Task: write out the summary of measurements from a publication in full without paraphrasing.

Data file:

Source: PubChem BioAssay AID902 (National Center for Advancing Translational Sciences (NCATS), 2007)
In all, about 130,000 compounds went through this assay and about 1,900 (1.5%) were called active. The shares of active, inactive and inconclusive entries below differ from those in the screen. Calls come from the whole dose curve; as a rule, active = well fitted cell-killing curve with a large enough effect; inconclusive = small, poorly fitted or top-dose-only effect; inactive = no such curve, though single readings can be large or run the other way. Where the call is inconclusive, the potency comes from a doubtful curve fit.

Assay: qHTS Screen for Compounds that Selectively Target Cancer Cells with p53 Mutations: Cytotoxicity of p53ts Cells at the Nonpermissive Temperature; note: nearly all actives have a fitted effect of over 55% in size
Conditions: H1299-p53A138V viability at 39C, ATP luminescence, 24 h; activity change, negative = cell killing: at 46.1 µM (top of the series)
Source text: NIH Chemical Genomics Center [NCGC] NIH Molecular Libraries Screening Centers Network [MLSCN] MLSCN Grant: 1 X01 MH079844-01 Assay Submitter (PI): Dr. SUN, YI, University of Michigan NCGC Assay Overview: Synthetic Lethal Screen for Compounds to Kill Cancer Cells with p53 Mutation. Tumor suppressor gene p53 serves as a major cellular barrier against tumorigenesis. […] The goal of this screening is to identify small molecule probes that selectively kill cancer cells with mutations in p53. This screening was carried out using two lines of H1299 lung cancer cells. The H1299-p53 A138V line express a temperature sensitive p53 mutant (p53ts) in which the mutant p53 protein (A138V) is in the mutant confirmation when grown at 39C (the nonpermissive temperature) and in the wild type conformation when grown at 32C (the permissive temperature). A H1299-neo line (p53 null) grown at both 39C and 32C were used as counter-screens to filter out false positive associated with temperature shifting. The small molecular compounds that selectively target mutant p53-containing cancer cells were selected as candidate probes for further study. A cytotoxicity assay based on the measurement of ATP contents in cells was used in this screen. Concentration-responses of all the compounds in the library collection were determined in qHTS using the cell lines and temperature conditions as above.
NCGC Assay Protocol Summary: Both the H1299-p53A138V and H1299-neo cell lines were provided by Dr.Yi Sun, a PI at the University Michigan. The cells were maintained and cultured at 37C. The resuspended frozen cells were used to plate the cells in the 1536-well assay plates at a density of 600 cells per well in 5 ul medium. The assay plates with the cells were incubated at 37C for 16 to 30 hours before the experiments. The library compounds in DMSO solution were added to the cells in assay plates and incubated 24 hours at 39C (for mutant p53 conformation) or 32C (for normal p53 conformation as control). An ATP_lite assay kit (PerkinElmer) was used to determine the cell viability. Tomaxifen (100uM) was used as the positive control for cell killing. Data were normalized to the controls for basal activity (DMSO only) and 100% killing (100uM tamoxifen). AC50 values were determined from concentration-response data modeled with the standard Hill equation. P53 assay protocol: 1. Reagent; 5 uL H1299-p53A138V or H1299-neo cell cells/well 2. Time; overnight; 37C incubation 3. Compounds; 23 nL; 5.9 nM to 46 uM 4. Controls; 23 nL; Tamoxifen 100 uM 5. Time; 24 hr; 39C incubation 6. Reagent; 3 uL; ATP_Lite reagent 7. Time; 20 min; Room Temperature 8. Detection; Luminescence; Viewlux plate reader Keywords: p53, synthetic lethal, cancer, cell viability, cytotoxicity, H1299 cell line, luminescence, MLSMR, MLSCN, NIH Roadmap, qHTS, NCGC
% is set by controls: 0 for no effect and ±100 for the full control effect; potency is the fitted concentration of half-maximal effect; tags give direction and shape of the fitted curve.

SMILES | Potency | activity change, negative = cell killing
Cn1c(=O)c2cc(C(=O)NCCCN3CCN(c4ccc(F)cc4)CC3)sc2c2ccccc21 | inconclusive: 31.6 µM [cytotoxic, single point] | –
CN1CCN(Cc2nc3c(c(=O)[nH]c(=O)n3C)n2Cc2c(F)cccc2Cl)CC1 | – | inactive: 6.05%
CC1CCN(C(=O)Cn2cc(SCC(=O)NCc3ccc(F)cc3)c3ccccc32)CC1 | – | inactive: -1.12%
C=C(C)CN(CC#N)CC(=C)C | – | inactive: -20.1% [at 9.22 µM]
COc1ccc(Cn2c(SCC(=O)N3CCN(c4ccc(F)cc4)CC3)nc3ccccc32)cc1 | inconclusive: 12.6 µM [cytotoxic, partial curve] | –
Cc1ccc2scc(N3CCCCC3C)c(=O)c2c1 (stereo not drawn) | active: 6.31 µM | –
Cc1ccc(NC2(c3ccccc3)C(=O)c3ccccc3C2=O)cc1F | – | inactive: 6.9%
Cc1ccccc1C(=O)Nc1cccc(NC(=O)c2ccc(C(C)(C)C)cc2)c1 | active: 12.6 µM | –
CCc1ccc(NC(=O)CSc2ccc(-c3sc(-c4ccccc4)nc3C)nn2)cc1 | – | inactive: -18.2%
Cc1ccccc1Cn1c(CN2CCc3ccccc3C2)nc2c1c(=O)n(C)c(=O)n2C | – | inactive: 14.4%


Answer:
Source: PubChem BioAssay AID902 (National Center for Advancing Translational Sciences (NCATS), 2007)
In all, about 130,000 compounds went through this assay and about 1,900 (1.5%) were called active. The shares of active, inactive and inconclusive entries below differ from those in the screen. Calls come from the whole dose curve; as a rule, active = well fitted cell-killing curve with a large enough effect; inconclusive = small, poorly fitted or top-dose-only effect; inactive = no such curve, though single readings can be large or run the other way. Where the call is inconclusive, the potency comes from a doubtful curve fit.

Assay: qHTS Screen for Compounds that Selectively Target Cancer Cells with p53 Mutations: Cytotoxicity of p53ts Cells at the Nonpermissive Temperature; note: nearly all actives have a fitted effect of over 55% in size
Conditions: H1299-p53A138V viability at 39C, ATP luminescence, 24 h; activity change, negative = cell killing: at 46.1 µM (top of the series)
Source text: NIH Chemical Genomics Center [NCGC] NIH Molecular Libraries Screening Centers Network [MLSCN] MLSCN Grant: 1 X01 MH079844-01 Assay Submitter (PI): Dr. SUN, YI, University of Michigan NCGC Assay Overview: Synthetic Lethal Screen for Compounds to Kill Cancer Cells with p53 Mutation. Tumor suppressor gene p53 serves as a major cellular barrier against tumorigenesis. […] The goal of this screening is to identify small molecule probes that selectively kill cancer cells with mutations in p53. This screening was carried out using two lines of H1299 lung cancer cells. The H1299-p53 A138V line express a temperature sensitive p53 mutant (p53ts) in which the mutant p53 protein (A138V) is in the mutant confirmation when grown at 39C (the nonpermissive temperature) and in the wild type conformation when grown at 32C (the permissive temperature). A H1299-neo line (p53 null) grown at both 39C and 32C were used as counter-screens to filter out false positive associated with temperature shifting. The small molecular compounds that selectively target mutant p53-containing cancer cells were selected as candidate probes for further study. A cytotoxicity assay based on the measurement of ATP contents in cells was used in this screen. Concentration-responses of all the compounds in the library collection were determined in qHTS using the cell lines and temperature conditions as above.
NCGC Assay Protocol Summary: Both the H1299-p53A138V and H1299-neo cell lines were provided by Dr.Yi Sun, a PI at the University Michigan. The cells were maintained and cultured at 37C. The resuspended frozen cells were used to plate the cells in the 1536-well assay plates at a density of 600 cells per well in 5 ul medium. The assay plates with the cells were incubated at 37C for 16 to 30 hours before the experiments. The library compounds in DMSO solution were added to the cells in assay plates and incubated 24 hours at 39C (for mutant p53 conformation) or 32C (for normal p53 conformation as control). An ATP_lite assay kit (PerkinElmer) was used to determine the cell viability. Tomaxifen (100uM) was used as the positive control for cell killing. Data were normalized to the controls for basal activity (DMSO only) and 100% killing (100uM tamoxifen). AC50 values were determined from concentration-response data modeled with the standard Hill equation. P53 assay protocol: 1. Reagent; 5 uL H1299-p53A138V or H1299-neo cell cells/well 2. Time; overnight; 37C incubation 3. Compounds; 23 nL; 5.9 nM to 46 uM 4. Controls; 23 nL; Tamoxifen 100 uM 5. Time; 24 hr; 39C incubation 6. Reagent; 3 uL; ATP_Lite reagent 7. Time; 20 min; Room Temperature 8. Detection; Luminescence; Viewlux plate reader Keywords: p53, synthetic lethal, cancer, cell viability, cytotoxicity, H1299 cell line, luminescence, MLSMR, MLSCN, NIH Roadmap, qHTS, NCGC
% is set by controls: 0 for no effect and ±100 for the full control effect; potency is the fitted concentration of half-maximal effect; tags give direction and shape of the fitted curve.

SMILES | Potency | activity change, negative = cell killing
Cn1c(=O)c2cc(C(=O)NCCCN3CCN(c4ccc(F)cc4)CC3)sc2c2ccccc21 | inconclusive: 31.6 µM [cytotoxic, single point] | –
CN1CCN(Cc2nc3c(c(=O)[nH]c(=O)n3C)n2Cc2c(F)cccc2Cl)CC1 | – | inactive: 6.05%
CC1CCN(C(=O)Cn2cc(SCC(=O)NCc3ccc(F)cc3)c3ccccc32)CC1 | – | inactive: -1.12%
C=C(C)CN(CC#N)CC(=C)C | – | inactive: -20.1% [at 9.22 µM]
COc1ccc(Cn2c(SCC(=O)N3CCN(c4ccc(F)cc4)CC3)nc3ccccc32)cc1 | inconclusive: 12.6 µM [cytotoxic, partial curve] | –
Cc1ccc2scc(N3CCCCC3C)c(=O)c2c1 (stereo not drawn) | active: 6.31 µM | –
Cc1ccc(NC2(c3ccccc3)C(=O)c3ccccc3C2=O)cc1F | – | inactive: 6.9%
Cc1ccccc1C(=O)Nc1cccc(NC(=O)c2ccc(C(C)(C)C)cc2)c1 | active: 12.6 µM | –
CCc1ccc(NC(=O)CSc2ccc(-c3sc(-c4ccccc4)nc3C)nn2)cc1 | – | inactive: -18.2%
Cc1ccccc1Cn1c(CN2CCc3ccccc3C2)nc2c1c(=O)n(C)c(=O)n2C | – | inactive: 14.4%